7. We welcome the recommendations relating to institutional repository initiatives such as SHERPA. In particular, we welcome the recognition of the requirement for further funding (43, 55) and the need for co-ordination and standardisation (56). The exact form to be taken by a repository co-ordinating body will require detailed discussion among relevant stakeholders (including JISC and the Research Libraries Network). We believe that the expanded digital repositories programme being sponsored by JISC in the coming months could provide a basis for such co-ordination. Many CURL and SCONUL member institutions have already set up institutional repositories or are committed to doing so, and would welcome further co-ordinated initiatives of this sort to help ensure that local developments move forward in line with a coherent national strategy.

Intellectual property rights (including copyright)

8. Universities are taking a greater interest in the broad question of intellectual property rights (including copyright), and we welcome the Committee's contribution to this issue (49-51). Restrictions on copyright should not be allowed to inhibit researchers from self-archiving their research papers and other research output. Exclusive rights do not need to be transferred to publishers in order for them to publish a paper. We support the recommendation (50) that Government funders should mandate their funded researchers to retain copyright (or, we suggest, should at least not allow them to transfer exclusive rights to publishers). Some publishers already do not require exclusive rights to be transferred to them and operate like this without any practical problems. We therefore recommend that Government should implement such a policy without delay.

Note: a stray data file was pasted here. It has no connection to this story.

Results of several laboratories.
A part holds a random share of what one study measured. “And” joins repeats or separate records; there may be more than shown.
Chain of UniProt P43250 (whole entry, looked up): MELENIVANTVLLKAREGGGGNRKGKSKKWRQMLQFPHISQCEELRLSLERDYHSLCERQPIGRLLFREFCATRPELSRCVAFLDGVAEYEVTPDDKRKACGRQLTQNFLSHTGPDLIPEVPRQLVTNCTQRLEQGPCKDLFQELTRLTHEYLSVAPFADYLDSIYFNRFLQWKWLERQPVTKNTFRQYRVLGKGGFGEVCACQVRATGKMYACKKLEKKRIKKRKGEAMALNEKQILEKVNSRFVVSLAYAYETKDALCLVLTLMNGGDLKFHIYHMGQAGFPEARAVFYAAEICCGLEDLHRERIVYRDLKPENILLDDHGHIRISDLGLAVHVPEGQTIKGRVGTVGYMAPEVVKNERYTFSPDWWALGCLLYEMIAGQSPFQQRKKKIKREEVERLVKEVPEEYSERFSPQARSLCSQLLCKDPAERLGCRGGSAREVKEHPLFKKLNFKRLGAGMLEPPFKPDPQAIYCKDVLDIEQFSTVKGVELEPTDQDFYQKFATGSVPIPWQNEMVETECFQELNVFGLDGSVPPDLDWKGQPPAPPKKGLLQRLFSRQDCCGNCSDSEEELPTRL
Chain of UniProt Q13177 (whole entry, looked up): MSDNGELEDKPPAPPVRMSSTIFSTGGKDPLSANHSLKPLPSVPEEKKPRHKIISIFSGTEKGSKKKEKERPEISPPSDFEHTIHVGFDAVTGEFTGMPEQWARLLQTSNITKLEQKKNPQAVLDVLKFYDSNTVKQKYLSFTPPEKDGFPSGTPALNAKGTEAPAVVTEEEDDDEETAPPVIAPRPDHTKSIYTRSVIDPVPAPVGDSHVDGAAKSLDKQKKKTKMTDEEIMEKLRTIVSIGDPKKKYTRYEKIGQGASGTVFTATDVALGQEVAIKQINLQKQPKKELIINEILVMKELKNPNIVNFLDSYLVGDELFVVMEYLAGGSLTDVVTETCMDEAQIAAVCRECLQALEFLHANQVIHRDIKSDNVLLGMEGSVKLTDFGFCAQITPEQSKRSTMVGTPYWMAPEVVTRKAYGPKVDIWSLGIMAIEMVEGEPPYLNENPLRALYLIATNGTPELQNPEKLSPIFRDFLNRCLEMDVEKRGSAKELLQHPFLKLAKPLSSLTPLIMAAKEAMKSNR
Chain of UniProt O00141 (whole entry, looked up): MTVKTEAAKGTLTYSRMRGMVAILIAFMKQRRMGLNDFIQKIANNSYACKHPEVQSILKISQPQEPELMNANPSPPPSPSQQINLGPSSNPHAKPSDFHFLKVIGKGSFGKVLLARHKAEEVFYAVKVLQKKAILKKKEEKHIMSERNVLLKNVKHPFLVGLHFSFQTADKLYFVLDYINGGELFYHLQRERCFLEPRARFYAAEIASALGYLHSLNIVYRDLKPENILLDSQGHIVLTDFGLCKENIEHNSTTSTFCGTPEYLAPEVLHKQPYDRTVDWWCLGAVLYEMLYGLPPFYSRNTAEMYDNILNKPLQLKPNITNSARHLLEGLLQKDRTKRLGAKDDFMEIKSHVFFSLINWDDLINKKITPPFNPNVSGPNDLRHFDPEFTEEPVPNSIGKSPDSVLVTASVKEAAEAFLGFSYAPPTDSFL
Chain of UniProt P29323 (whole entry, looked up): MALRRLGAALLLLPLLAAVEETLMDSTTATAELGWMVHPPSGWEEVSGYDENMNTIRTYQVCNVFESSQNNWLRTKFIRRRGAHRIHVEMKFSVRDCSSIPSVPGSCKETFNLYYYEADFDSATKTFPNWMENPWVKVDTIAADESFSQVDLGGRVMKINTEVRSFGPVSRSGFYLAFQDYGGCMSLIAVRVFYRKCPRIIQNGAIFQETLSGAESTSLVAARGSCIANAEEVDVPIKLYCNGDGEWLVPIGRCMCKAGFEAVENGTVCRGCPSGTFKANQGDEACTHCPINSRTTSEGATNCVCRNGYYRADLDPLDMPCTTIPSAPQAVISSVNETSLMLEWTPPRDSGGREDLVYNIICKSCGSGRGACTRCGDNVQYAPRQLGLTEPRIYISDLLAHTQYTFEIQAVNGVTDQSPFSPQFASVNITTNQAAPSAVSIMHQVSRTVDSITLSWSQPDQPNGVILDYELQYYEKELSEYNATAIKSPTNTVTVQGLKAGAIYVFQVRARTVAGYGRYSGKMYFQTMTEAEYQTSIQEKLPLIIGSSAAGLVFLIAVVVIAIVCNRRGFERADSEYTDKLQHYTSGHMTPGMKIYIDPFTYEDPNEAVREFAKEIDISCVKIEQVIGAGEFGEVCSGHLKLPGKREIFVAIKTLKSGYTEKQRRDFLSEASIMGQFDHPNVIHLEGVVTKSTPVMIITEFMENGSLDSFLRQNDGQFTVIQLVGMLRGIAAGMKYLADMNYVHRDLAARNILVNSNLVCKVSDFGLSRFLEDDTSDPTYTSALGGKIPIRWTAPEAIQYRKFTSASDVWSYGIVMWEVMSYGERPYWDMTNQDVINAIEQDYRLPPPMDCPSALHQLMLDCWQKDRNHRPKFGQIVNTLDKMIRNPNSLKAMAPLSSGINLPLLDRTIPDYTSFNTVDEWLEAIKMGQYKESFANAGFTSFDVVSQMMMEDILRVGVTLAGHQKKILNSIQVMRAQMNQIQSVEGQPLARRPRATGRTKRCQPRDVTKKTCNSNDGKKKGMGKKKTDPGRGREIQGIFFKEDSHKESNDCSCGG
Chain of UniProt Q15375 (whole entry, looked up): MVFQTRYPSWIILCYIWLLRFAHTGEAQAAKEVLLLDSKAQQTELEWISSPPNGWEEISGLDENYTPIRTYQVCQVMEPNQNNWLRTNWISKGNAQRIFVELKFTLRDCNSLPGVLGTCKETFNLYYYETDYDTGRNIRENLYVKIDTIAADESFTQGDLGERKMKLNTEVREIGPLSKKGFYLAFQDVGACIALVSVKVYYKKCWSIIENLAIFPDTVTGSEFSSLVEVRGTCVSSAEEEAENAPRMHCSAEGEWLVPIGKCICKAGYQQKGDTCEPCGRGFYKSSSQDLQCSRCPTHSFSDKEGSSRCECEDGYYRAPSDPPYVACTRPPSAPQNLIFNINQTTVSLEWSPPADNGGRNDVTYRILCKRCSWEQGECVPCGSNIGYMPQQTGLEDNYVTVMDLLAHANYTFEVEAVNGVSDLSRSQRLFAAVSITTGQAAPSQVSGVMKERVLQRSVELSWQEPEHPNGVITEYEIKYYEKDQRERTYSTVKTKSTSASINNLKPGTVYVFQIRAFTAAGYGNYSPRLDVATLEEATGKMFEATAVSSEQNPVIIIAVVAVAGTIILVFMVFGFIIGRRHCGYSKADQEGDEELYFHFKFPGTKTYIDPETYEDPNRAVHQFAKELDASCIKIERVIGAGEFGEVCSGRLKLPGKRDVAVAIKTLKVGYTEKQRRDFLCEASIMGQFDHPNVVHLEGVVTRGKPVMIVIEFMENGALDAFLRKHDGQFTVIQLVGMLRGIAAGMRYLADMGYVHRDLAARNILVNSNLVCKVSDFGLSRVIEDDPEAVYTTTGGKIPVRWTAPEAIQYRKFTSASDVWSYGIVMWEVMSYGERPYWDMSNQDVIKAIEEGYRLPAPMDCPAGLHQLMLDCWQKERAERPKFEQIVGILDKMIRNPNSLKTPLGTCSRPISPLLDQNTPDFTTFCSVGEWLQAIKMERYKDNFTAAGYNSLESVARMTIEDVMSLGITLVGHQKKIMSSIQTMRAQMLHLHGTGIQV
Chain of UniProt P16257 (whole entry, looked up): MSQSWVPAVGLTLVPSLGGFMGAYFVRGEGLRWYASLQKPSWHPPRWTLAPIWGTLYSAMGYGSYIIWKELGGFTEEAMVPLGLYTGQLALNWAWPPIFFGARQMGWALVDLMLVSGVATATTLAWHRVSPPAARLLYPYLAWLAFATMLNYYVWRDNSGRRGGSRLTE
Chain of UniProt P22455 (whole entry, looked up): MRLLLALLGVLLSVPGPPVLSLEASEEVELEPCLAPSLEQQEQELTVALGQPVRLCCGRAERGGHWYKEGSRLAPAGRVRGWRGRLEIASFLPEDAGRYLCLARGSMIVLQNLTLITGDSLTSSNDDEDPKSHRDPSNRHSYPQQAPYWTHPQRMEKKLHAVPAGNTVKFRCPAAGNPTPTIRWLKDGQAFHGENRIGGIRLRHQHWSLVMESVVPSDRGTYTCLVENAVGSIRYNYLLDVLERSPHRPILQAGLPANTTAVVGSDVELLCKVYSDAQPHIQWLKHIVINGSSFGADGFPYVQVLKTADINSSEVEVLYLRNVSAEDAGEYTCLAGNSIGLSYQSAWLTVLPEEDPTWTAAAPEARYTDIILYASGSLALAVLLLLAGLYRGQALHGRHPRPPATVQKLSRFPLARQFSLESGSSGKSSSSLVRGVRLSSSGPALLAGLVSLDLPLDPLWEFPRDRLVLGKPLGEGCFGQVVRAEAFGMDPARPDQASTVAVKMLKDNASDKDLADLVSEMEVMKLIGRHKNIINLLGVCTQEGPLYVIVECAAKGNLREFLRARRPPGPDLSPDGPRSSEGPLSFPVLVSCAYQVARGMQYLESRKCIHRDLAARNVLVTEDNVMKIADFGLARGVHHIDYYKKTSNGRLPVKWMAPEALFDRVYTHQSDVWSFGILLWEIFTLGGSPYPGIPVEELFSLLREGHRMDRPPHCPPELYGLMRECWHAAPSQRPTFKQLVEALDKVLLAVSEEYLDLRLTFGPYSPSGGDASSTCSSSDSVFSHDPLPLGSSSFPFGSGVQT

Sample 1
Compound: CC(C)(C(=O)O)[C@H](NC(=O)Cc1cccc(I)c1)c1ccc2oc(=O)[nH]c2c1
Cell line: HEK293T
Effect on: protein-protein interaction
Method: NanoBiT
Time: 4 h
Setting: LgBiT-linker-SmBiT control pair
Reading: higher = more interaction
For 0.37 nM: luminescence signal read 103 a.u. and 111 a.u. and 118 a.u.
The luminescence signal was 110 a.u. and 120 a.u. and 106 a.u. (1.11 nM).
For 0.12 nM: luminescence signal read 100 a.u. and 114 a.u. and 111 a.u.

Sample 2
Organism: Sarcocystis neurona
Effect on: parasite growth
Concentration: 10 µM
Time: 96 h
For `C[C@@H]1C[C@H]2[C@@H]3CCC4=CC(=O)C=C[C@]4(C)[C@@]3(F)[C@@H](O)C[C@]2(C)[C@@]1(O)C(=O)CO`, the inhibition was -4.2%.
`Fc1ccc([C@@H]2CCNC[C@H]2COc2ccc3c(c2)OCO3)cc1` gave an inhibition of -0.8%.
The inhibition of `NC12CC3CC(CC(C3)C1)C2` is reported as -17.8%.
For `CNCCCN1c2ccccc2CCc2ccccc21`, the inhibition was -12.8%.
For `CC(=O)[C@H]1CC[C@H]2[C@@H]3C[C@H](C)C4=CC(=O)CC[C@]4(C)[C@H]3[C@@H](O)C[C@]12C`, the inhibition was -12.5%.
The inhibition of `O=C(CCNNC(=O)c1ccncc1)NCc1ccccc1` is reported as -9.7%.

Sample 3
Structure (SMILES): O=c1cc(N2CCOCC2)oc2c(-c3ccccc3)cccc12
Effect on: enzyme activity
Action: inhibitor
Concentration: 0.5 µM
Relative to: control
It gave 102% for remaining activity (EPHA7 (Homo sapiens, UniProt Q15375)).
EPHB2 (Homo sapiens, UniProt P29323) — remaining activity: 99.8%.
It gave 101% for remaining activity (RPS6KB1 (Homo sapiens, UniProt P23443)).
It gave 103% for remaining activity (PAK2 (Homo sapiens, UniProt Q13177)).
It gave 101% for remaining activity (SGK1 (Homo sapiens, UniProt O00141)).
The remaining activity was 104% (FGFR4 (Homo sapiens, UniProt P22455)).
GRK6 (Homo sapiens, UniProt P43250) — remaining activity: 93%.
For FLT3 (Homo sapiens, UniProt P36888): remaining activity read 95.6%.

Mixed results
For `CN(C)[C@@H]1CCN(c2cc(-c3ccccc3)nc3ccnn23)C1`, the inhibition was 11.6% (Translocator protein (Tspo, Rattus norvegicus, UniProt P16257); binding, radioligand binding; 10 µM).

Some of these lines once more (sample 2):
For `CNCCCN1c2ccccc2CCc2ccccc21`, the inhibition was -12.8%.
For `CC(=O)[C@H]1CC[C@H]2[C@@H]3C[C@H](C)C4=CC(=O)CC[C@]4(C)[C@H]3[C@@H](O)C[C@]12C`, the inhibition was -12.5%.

Open-access journals

9. Another additional and important route towards increased availability of research output lies in open-access journals funded by publication charges. We recognise that these cannot be promoted in the same way as institutional repositories. It is not feasible or sensible for funders to require researchers to publish only in open-access journals. There would need to be a massive rise in the number of open-access journals before such a move could be envisaged. Nevertheless, we believe that the development of open-access publishing should be encouraged. We, like the Committee, support initiatives from organisations such as JISC to pump-prime open-access journals (70) whilst recognising that this must be a transitional stage. We welcome recommendation 64 in particular, encouraging the Research Councils and other research sponsors to set up funds that can be drawn on for publication charges. As publishers change their business models, such charges should come to be seen as a normal part of the costs of carrying out and disseminating research. In this context, we support the commissioning of independent research on publication costs (60). We also support the Committee's view that peer-review is an essential feature of scientific publishing and should not be compromised as business models change (66).

Learned societies

10. We recognise the importance of the role played by learned societies within the scholarly communication process, and understand that some societies have concerns relating to open-access publishing (69). Others are already pushing forward in this direction and should be encouraged to share good practice. We would welcome continuing open dialogue with society publishers, as well as increased resources from JISC to enable transition funding, as mentioned in the previous paragraph. We also recommend that a study be undertaken to map and evaluate the options for learned societies in an open-access publishing environment.